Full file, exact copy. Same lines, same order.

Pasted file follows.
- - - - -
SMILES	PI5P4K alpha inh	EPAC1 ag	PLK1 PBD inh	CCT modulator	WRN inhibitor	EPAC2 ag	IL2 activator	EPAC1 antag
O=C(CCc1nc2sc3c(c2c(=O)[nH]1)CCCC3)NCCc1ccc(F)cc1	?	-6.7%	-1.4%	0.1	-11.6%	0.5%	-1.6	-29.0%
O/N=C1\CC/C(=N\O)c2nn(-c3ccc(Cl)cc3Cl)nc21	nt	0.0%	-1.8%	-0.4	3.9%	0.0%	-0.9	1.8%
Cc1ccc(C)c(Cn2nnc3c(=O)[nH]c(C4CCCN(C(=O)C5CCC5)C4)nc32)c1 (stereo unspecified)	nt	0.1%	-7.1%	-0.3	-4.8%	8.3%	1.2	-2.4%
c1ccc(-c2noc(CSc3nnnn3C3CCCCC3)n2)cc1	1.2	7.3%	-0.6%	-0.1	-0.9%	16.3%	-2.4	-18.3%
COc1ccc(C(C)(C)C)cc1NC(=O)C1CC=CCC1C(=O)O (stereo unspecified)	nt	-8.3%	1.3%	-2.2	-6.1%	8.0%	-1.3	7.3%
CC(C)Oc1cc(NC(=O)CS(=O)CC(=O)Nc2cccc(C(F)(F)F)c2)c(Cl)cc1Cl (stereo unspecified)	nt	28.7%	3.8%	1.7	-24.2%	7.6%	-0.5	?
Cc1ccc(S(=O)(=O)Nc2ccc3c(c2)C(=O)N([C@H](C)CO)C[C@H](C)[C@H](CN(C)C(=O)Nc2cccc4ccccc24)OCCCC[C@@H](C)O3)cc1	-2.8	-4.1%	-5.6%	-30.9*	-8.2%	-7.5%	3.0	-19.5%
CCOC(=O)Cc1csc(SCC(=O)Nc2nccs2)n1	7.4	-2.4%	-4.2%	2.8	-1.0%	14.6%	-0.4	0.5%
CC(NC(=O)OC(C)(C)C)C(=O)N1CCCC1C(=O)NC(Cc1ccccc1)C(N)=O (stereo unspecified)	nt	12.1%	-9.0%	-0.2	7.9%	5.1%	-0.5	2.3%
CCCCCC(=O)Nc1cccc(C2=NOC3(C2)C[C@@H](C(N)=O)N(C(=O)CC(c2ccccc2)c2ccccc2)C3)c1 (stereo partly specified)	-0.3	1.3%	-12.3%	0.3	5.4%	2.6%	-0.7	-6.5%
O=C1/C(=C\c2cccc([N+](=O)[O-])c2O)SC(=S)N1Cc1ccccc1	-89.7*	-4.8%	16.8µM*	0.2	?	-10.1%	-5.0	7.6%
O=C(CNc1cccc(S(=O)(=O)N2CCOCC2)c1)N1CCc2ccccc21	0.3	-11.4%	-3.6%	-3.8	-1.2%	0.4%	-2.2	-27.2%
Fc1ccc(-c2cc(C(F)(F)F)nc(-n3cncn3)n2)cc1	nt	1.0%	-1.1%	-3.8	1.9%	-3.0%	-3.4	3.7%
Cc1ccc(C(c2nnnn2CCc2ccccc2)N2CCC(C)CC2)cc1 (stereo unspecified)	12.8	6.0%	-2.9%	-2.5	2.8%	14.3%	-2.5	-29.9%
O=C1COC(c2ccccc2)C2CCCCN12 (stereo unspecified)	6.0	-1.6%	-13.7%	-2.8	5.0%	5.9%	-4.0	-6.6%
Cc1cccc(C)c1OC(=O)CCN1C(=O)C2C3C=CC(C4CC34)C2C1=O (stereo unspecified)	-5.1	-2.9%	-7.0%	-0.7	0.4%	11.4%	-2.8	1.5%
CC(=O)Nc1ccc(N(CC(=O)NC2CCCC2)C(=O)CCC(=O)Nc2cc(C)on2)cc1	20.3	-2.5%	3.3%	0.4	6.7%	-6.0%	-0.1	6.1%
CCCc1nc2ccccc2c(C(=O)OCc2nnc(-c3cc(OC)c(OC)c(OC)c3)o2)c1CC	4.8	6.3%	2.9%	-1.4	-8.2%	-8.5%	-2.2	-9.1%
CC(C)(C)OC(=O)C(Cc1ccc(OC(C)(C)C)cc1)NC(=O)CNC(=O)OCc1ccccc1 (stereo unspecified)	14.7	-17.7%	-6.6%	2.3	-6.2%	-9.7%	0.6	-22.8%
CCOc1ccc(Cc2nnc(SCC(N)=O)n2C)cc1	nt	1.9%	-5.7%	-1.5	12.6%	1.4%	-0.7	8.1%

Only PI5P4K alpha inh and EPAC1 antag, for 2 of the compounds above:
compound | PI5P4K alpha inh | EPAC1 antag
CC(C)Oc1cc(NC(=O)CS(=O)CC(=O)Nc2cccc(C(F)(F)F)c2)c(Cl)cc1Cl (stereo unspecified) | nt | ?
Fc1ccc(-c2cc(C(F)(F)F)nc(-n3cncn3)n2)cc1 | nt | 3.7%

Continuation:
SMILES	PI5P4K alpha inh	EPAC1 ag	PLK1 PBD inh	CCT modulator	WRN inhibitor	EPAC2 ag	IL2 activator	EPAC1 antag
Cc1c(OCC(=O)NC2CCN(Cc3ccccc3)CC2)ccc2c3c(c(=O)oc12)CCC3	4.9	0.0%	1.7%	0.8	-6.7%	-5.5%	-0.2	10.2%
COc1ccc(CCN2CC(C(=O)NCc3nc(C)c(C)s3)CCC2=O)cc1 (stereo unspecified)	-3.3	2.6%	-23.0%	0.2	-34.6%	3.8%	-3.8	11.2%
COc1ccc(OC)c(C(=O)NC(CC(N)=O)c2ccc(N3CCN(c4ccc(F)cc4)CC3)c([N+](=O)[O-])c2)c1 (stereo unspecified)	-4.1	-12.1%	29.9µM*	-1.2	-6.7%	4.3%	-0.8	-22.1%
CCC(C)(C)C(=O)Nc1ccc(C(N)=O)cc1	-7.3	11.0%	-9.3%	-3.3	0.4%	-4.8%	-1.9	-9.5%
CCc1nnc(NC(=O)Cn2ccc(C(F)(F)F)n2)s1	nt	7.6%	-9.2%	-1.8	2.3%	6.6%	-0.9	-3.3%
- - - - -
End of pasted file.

SMILES	PI5P4K alpha inh	EPAC1 ag	PLK1 PBD inh	CCT modulator	WRN inhibitor	EPAC2 ag	IL2 activator	EPAC1 antag
O=C(CCc1nc2sc3c(c2c(=O)[nH]1)CCCC3)NCCc1ccc(F)cc1	?	-6.7%	-1.4%	0.1	-11.6%	0.5%	-1.6	-29.0%
O/N=C1\CC/C(=N\O)c2nn(-c3ccc(Cl)cc3Cl)nc21	nt	0.0%	-1.8%	-0.4	3.9%	0.0%	-0.9	1.8%
Cc1ccc(C)c(Cn2nnc3c(=O)[nH]c(C4CCCN(C(=O)C5CCC5)C4)nc32)c1 (stereo unspecified)	nt	0.1%	-7.1%	-0.3	-4.8%	8.3%	1.2	-2.4%
c1ccc(-c2noc(CSc3nnnn3C3CCCCC3)n2)cc1	1.2	7.3%	-0.6%	-0.1	-0.9%	16.3%	-2.4	-18.3%
COc1ccc(C(C)(C)C)cc1NC(=O)C1CC=CCC1C(=O)O (stereo unspecified)	nt	-8.3%	1.3%	-2.2	-6.1%	8.0%	-1.3	7.3%
CC(C)Oc1cc(NC(=O)CS(=O)CC(=O)Nc2cccc(C(F)(F)F)c2)c(Cl)cc1Cl (stereo unspecified)	nt	28.7%	3.8%	1.7	-24.2%	7.6%	-0.5	?
Cc1ccc(S(=O)(=O)Nc2ccc3c(c2)C(=O)N([C@H](C)CO)C[C@H](C)[C@H](CN(C)C(=O)Nc2cccc4ccccc24)OCCCC[C@@H](C)O3)cc1	-2.8	-4.1%	-5.6%	-30.9*	-8.2%	-7.5%	3.0	-19.5%
CCOC(=O)Cc1csc(SCC(=O)Nc2nccs2)n1	7.4	-2.4%	-4.2%	2.8	-1.0%	14.6%	-0.4	0.5%
CC(NC(=O)OC(C)(C)C)C(=O)N1CCCC1C(=O)NC(Cc1ccccc1)C(N)=O (stereo unspecified)	nt	12.1%	-9.0%	-0.2	7.9%	5.1%	-0.5	2.3%
CCCCCC(=O)Nc1cccc(C2=NOC3(C2)C[C@@H](C(N)=O)N(C(=O)CC(c2ccccc2)c2ccccc2)C3)c1 (stereo partly specified)	-0.3	1.3%	-12.3%	0.3	5.4%	2.6%	-0.7	-6.5%
O=C1/C(=C\c2cccc([N+](=O)[O-])c2O)SC(=S)N1Cc1ccccc1	-89.7*	-4.8%	16.8µM*	0.2	?	-10.1%	-5.0	7.6%
O=C(CNc1cccc(S(=O)(=O)N2CCOCC2)c1)N1CCc2ccccc21	0.3	-11.4%	-3.6%	-3.8	-1.2%	0.4%	-2.2	-27.2%
Fc1ccc(-c2cc(C(F)(F)F)nc(-n3cncn3)n2)cc1	nt	1.0%	-1.1%	-3.8	1.9%	-3.0%	-3.4	3.7%
Cc1ccc(C(c2nnnn2CCc2ccccc2)N2CCC(C)CC2)cc1 (stereo unspecified)	12.8	6.0%	-2.9%	-2.5	2.8%	14.3%	-2.5	-29.9%
O=C1COC(c2ccccc2)C2CCCCN12 (stereo unspecified)	6.0	-1.6%	-13.7%	-2.8	5.0%	5.9%	-4.0	-6.6%
Cc1cccc(C)c1OC(=O)CCN1C(=O)C2C3C=CC(C4CC34)C2C1=O (stereo unspecified)	-5.1	-2.9%	-7.0%	-0.7	0.4%	11.4%	-2.8	1.5%
CC(=O)Nc1ccc(N(CC(=O)NC2CCCC2)C(=O)CCC(=O)Nc2cc(C)on2)cc1	20.3	-2.5%	3.3%	0.4	6.7%	-6.0%	-0.1	6.1%
CCCc1nc2ccccc2c(C(=O)OCc2nnc(-c3cc(OC)c(OC)c(OC)c3)o2)c1CC	4.8	6.3%	2.9%	-1.4	-8.2%	-8.5%	-2.2	-9.1%
CC(C)(C)OC(=O)C(Cc1ccc(OC(C)(C)C)cc1)NC(=O)CNC(=O)OCc1ccccc1 (stereo unspecified)	14.7	-17.7%	-6.6%	2.3	-6.2%	-9.7%	0.6	-22.8%
CCOc1ccc(Cc2nnc(SCC(N)=O)n2C)cc1	nt	1.9%	-5.7%	-1.5	12.6%	1.4%	-0.7	8.1%

Only PI5P4K alpha inh and EPAC1 antag, for 2 of the compounds above:
compound | PI5P4K alpha inh | EPAC1 antag
CC(C)Oc1cc(NC(=O)CS(=O)CC(=O)Nc2cccc(C(F)(F)F)c2)c(Cl)cc1Cl (stereo unspecified) | nt | ?
Fc1ccc(-c2cc(C(F)(F)F)nc(-n3cncn3)n2)cc1 | nt | 3.7%

Continuation:
SMILES	PI5P4K alpha inh	EPAC1 ag	PLK1 PBD inh	CCT modulator	WRN inhibitor	EPAC2 ag	IL2 activator	EPAC1 antag
Cc1c(OCC(=O)NC2CCN(Cc3ccccc3)CC2)ccc2c3c(c(=O)oc12)CCC3	4.9	0.0%	1.7%	0.8	-6.7%	-5.5%	-0.2	10.2%
COc1ccc(CCN2CC(C(=O)NCc3nc(C)c(C)s3)CCC2=O)cc1 (stereo unspecified)	-3.3	2.6%	-23.0%	0.2	-34.6%	3.8%	-3.8	11.2%
COc1ccc(OC)c(C(=O)NC(CC(N)=O)c2ccc(N3CCN(c4ccc(F)cc4)CC3)c([N+](=O)[O-])c2)c1 (stereo unspecified)	-4.1	-12.1%	29.9µM*	-1.2	-6.7%	4.3%	-0.8	-22.1%
CCC(C)(C)C(=O)Nc1ccc(C(N)=O)cc1	-7.3	11.0%	-9.3%	-3.3	0.4%	-4.8%	-1.9	-9.5%
CCc1nnc(NC(=O)Cn2ccc(C(F)(F)F)n2)s1	nt	7.6%	-9.2%	-1.8	2.3%	6.6%	-0.9	-3.3%